Zinc content was remarkably different among processed wheat foods. For example, Zn content was 15.03 mg·kg−1 in bread, 12.20 mg·kg−1 in biscuits, 10.60 mg·kg−1 in instant noodles, 9.30 mg·kg−1 in noodles, 7.94 mg·kg−1 in spaghetti, and 6.60 mg·kg−1 in steamed buns (Figure 6). The Zn contents of different foods are in the following order: baked food (13.65 mg·kg−1) > fried food (10.60 mg·kg−1) > cooking food (8.03 mg·kg−1). Baked foods have a remarkably higher Zn content than cooking foods and fried foods. This difference in Zn content may be ascribed to the following: (1) The Zn content of the flour used in these foods was different and ranged from 3.73 to 36.53 mg·kg−1. For example, the Zn content of unfortified flour was 10.51 mg·kg−1, whereas that of Zn-fortified flour and whole wheat flour was 14.82 and 26.79 mg·kg−1, respectively (Figure 4). Meanwhile, these foods require different kinds of flour, in which protein contents often vary. For example, in the same growth environment, protein content of strong gluten wheat could reach 148.86 mg·kg−1, weak gluten wheat was only 108.51 mg·kg−1, and middle gluten wheat was 137.41 mg·kg−1 (87). Zn mainly binds to proteins in plants. So protein content may affect the amount of Zn binding, which indirectly affects Zn content. (2) Different food processing methods might also affect zinc content. For example, fried foods usually need oil, and cooking food need water. Yet Zn dissolves more easily in water than in oil, which might result in more Zn loss in cooking food processing than fried foods processing (88).
Figure 6. Zinc content in different wheat processed foods. Letters a, b, and c indicate a significant difference at the level of P < 0.05; n is the total number of samples.
Zinc Bioavailability in Wheat
Bioavailability refers to the ratio of an animal's ingested nutrients that can be absorbed by the small intestine and participate in metabolic processes or stored in animal tissues. The bioavailability of Zn in wheat is affected by many factors, of which phytic acid is the main factor. Phytic acid has a strong chelating ability and can be combined with Zn2+ in food to form insoluble complexes. This insoluble Zn is difficult to hydrolyze by the human digestive process; therefore, the combination of Zn and phytic acid inhibits Zn absorption. Furthermore, humans lack phytase. Zinc can be linked to phytate; thus, the utilization of Zn in the intestine is reduced (89).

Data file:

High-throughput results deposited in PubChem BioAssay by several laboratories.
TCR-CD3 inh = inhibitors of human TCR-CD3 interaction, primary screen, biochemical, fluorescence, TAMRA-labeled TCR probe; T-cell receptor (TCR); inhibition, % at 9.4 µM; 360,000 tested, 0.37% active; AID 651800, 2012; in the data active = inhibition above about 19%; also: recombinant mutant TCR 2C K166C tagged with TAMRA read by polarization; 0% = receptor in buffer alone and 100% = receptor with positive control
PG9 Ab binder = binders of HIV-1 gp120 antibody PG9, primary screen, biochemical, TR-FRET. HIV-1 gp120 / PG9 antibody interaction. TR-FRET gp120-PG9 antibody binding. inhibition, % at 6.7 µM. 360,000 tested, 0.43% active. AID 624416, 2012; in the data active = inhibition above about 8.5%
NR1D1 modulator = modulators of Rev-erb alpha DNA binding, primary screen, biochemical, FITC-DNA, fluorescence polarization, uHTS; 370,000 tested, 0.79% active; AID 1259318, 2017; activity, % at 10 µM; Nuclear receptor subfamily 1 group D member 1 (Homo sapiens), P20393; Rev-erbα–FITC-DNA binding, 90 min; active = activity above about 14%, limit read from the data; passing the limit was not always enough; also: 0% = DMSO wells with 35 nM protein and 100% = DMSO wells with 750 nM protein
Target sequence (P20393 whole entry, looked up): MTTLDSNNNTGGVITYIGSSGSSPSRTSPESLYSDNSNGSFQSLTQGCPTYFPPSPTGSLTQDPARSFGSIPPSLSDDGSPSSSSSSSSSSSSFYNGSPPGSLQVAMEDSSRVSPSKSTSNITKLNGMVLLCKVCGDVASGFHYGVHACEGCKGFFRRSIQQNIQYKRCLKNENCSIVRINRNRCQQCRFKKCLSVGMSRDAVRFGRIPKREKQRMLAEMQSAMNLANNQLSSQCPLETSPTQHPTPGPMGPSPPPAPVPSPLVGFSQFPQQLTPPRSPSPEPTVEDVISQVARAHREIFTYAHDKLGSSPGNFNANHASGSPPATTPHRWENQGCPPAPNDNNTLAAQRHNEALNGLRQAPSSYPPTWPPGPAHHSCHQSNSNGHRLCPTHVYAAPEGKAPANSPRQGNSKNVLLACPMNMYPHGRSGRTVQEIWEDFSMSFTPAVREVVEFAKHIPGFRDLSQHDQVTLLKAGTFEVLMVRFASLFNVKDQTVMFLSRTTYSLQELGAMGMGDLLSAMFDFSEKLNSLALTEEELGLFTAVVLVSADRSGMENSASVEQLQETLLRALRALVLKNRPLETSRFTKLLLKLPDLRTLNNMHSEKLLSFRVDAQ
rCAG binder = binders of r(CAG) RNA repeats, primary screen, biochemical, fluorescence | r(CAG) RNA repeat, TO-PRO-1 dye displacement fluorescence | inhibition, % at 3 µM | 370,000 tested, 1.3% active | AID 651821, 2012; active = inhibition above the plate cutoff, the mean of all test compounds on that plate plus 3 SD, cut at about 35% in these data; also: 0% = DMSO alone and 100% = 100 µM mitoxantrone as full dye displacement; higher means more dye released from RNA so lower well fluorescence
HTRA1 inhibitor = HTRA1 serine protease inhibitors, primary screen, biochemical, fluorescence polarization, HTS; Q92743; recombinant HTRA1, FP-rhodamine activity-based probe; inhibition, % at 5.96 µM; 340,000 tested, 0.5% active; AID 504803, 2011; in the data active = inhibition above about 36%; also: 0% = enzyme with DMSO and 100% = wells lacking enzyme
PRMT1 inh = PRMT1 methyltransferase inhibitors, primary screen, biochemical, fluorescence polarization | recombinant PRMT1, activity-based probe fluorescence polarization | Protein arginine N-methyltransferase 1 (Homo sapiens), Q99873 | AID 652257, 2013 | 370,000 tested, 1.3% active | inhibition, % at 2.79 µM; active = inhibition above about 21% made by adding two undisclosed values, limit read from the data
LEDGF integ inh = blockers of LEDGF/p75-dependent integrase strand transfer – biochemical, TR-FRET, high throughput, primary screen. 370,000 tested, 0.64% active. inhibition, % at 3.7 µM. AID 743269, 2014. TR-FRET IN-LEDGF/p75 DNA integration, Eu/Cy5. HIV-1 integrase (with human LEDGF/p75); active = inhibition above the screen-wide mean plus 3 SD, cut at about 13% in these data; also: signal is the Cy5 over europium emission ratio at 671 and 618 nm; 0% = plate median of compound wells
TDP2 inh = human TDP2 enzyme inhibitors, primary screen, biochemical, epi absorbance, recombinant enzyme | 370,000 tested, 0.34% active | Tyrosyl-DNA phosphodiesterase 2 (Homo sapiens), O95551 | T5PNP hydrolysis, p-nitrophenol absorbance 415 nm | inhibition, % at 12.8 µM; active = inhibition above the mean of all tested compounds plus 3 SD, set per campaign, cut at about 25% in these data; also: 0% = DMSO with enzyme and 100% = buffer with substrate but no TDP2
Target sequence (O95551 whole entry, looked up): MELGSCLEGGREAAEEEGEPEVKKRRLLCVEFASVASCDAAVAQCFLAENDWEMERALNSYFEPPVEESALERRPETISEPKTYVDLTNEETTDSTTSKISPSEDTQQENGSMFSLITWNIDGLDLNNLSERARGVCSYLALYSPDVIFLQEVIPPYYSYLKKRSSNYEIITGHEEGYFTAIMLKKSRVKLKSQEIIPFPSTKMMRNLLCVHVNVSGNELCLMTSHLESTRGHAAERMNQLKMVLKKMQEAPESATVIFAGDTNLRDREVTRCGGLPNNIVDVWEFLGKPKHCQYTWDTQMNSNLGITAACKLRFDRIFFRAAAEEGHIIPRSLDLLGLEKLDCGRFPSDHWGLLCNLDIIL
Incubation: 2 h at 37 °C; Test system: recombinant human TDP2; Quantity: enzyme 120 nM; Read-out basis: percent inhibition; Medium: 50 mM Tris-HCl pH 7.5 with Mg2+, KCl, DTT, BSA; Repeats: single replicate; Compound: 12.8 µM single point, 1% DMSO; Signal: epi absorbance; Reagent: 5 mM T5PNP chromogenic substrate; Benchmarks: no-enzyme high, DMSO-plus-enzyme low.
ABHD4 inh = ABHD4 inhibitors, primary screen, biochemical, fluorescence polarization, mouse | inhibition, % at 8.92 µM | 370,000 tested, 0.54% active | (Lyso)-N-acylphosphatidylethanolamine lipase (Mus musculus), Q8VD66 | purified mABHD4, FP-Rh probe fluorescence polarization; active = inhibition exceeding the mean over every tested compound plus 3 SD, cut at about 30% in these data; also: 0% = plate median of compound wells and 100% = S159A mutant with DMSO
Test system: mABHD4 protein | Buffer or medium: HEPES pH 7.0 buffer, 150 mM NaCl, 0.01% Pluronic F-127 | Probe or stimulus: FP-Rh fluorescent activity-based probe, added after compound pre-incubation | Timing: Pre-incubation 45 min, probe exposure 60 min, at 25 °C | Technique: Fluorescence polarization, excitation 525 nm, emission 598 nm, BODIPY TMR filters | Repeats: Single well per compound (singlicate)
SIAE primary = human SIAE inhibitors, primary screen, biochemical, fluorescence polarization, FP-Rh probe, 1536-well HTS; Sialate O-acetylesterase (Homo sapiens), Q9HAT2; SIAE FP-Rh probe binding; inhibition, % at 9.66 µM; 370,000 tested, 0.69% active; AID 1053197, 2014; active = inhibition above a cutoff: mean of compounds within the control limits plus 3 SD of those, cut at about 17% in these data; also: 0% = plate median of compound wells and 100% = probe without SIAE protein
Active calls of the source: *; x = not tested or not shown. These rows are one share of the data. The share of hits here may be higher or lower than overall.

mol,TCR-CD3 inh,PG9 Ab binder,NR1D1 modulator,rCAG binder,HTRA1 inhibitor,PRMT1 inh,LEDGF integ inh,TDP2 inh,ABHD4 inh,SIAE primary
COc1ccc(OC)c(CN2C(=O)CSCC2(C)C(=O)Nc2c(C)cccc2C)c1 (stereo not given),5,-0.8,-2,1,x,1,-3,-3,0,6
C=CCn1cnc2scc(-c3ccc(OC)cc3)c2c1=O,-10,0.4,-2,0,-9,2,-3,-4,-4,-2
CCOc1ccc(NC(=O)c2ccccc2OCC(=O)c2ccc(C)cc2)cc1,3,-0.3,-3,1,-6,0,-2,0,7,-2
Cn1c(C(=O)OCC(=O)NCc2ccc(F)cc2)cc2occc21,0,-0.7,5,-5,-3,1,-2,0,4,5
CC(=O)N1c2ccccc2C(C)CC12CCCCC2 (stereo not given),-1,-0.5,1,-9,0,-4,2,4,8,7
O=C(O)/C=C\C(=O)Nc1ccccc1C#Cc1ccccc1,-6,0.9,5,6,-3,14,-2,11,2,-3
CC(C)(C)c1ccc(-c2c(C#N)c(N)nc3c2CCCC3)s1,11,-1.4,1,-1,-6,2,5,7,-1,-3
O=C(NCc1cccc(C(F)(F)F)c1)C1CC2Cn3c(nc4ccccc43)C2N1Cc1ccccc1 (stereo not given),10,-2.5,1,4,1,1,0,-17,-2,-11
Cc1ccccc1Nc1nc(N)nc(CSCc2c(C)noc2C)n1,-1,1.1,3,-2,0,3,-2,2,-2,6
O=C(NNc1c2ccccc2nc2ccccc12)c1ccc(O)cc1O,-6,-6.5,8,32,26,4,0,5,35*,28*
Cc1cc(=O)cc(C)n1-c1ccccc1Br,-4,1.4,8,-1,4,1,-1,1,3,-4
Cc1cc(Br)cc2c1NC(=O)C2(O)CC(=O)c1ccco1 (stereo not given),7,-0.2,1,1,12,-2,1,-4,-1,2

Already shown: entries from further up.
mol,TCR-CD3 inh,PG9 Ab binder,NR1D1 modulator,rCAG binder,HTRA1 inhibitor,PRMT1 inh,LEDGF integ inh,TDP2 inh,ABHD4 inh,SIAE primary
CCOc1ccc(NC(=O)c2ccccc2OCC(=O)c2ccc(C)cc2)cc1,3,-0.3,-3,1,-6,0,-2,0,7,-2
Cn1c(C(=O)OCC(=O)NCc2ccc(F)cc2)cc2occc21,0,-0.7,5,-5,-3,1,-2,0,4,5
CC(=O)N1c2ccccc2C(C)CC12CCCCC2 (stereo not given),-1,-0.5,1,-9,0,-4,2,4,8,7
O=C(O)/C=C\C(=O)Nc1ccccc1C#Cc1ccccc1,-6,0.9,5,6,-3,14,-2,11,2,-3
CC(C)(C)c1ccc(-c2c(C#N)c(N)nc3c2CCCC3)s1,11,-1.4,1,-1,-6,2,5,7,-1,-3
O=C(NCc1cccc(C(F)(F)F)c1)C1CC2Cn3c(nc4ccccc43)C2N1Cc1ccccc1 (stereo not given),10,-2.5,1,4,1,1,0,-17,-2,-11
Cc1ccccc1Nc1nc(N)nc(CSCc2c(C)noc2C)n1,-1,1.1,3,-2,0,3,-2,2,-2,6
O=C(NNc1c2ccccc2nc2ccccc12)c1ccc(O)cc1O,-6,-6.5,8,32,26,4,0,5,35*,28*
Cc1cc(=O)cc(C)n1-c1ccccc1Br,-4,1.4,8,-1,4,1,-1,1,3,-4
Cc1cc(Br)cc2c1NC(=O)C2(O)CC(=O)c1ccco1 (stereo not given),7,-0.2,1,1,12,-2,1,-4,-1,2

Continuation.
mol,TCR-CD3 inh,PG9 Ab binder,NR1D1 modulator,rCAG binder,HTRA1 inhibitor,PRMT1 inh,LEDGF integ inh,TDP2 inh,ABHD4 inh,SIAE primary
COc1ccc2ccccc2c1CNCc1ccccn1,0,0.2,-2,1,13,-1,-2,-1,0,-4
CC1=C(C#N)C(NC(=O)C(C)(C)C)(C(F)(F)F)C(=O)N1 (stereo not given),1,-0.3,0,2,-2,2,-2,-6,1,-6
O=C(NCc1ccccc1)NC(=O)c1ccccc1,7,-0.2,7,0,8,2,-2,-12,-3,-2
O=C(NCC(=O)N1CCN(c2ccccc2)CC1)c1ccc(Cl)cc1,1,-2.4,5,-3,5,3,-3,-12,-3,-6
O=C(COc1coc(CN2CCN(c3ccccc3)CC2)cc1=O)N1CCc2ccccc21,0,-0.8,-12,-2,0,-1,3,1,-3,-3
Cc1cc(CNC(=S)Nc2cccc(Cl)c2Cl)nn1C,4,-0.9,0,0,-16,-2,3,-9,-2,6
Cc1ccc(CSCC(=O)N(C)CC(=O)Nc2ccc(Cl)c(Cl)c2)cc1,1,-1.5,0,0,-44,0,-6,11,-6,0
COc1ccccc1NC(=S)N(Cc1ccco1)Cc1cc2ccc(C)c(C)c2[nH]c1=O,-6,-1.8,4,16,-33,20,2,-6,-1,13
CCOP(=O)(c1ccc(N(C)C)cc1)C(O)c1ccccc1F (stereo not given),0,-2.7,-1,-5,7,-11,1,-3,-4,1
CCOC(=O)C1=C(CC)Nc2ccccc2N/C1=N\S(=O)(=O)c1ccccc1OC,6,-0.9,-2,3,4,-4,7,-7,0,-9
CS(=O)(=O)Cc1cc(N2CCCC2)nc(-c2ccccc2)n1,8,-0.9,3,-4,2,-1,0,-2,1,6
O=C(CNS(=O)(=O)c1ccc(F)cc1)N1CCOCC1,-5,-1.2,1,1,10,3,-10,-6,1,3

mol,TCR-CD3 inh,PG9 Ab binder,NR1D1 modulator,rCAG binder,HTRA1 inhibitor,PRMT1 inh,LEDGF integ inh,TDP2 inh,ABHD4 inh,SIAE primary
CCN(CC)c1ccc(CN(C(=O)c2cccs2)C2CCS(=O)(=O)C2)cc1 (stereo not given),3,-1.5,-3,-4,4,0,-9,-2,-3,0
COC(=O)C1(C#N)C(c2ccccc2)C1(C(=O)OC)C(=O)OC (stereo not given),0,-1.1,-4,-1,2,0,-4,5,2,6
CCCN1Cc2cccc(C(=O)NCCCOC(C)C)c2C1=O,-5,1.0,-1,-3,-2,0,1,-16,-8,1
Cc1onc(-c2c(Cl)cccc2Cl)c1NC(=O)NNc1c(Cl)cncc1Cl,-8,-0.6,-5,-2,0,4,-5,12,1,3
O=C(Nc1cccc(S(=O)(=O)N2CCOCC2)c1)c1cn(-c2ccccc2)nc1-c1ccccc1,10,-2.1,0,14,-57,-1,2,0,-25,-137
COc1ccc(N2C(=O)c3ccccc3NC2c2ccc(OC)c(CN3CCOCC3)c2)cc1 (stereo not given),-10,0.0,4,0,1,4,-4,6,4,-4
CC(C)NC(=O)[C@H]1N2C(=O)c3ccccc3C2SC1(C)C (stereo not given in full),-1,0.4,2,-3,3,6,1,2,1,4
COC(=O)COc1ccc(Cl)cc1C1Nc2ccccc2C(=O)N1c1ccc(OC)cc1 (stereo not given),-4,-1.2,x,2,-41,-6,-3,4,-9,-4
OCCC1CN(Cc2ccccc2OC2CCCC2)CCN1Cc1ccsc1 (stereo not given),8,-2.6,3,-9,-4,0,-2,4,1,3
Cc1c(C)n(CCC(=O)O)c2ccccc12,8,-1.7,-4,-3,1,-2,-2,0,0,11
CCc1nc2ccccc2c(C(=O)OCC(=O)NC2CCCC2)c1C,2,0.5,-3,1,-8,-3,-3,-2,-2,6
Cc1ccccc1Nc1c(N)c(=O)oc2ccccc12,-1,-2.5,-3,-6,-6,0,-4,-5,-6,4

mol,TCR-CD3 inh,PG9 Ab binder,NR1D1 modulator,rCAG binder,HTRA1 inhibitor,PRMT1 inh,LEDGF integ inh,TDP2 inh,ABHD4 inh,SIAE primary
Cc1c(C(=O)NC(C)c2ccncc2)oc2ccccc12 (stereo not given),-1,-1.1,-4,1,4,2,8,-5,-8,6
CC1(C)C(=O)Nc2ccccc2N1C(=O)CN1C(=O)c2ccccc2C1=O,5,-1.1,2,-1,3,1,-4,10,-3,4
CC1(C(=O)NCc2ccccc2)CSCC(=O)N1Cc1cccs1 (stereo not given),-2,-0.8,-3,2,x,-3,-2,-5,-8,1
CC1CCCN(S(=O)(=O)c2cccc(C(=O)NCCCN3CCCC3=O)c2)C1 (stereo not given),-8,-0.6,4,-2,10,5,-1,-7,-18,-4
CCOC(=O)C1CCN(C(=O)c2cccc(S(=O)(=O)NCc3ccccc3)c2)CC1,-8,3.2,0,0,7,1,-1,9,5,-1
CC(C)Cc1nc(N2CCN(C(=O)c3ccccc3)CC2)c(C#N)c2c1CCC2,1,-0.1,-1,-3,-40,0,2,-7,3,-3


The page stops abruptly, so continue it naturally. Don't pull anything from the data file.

The bioavailability of Zn in wheat is usually expressed as the molar ratio of phytic acid to Zn. Zinc bioavailability is only 10–15% when the molar ratio is >15. Zinc bioavailability is medium and ranges from 30 to 35% when the molar ratio is 5–15. Zinc bioavailability is high at up to 45–55% when the molar ratio is < 5 (90). For instance, if the Zn content in flour is 15.2 mg·kg−1 and the phytic acid content is 272 mg·100 g−1, then the phytic acid/Zn ratio is 17.7, which means that the Zn bioavailability is low (55).
Wheat processing affects the phytic acid/Zn molar ratio. Peeling can remarkably influence the phytic acid content in flour because phytic acid is mainly distributed in the aleurone layer. The phytic acid content of flour initially increased and then decreased with the increase in peeling rate (63). Researchers also found that the phytic acid content of flour increased remarkably with the increase in flour yield. The increase in phytic acid content in flour was because more wheat cortex and aleurone layer were mixed in flour with the increase in flour yield (20). For example, phytic acid was 158 mg·100 g−1 when peeling rate was 4%. However, phytic acid/Zn molar ratio reached the highest value (20.69) when the peeling rate was 10% and had the lowest value (13.86) when the peeling rate was 0 (63).
Different foods also have different levels of Zn bioavailability. For example, white bread has a Zn content of 10.00 mg·kg−1, a phytic acid content of 99 mg·100 g−1, and phytic acid/Zn molar ratio of 9.8. In contrast, fresh noodles have Zn content and phytic acid content of 17.7 mg·kg−1 and 468 mg·100 g−1, respectively; and their phytic acid/Zn molar ratio is 27.4 (55). The average content of Zn and phytic acid in 14 kinds of common Chinese processed wheat foods was 9.34 mg·kg−1 and 114.20 mg·100 g−1, and their average phytic acid/Zn ratio was 14.4. Among these foods, the phytic acid/Zn molar ratios of wheat bread, instant noodles, whole wheat biscuits, and pasta were more than 15 (67).
Adding phytase to food in the market has not been reported until now. However, researchers found that phytase can rapidly degrade phytic acid in flour after adding phytase to flour; thus, phytase increases the bioavailability of Zn (91). Moreover, Zn deficiency can be solved by cultivating wheat with low phytic acid content. However, mutants with low phytic acid may have a reduced grain yield and may even affect human safety (92).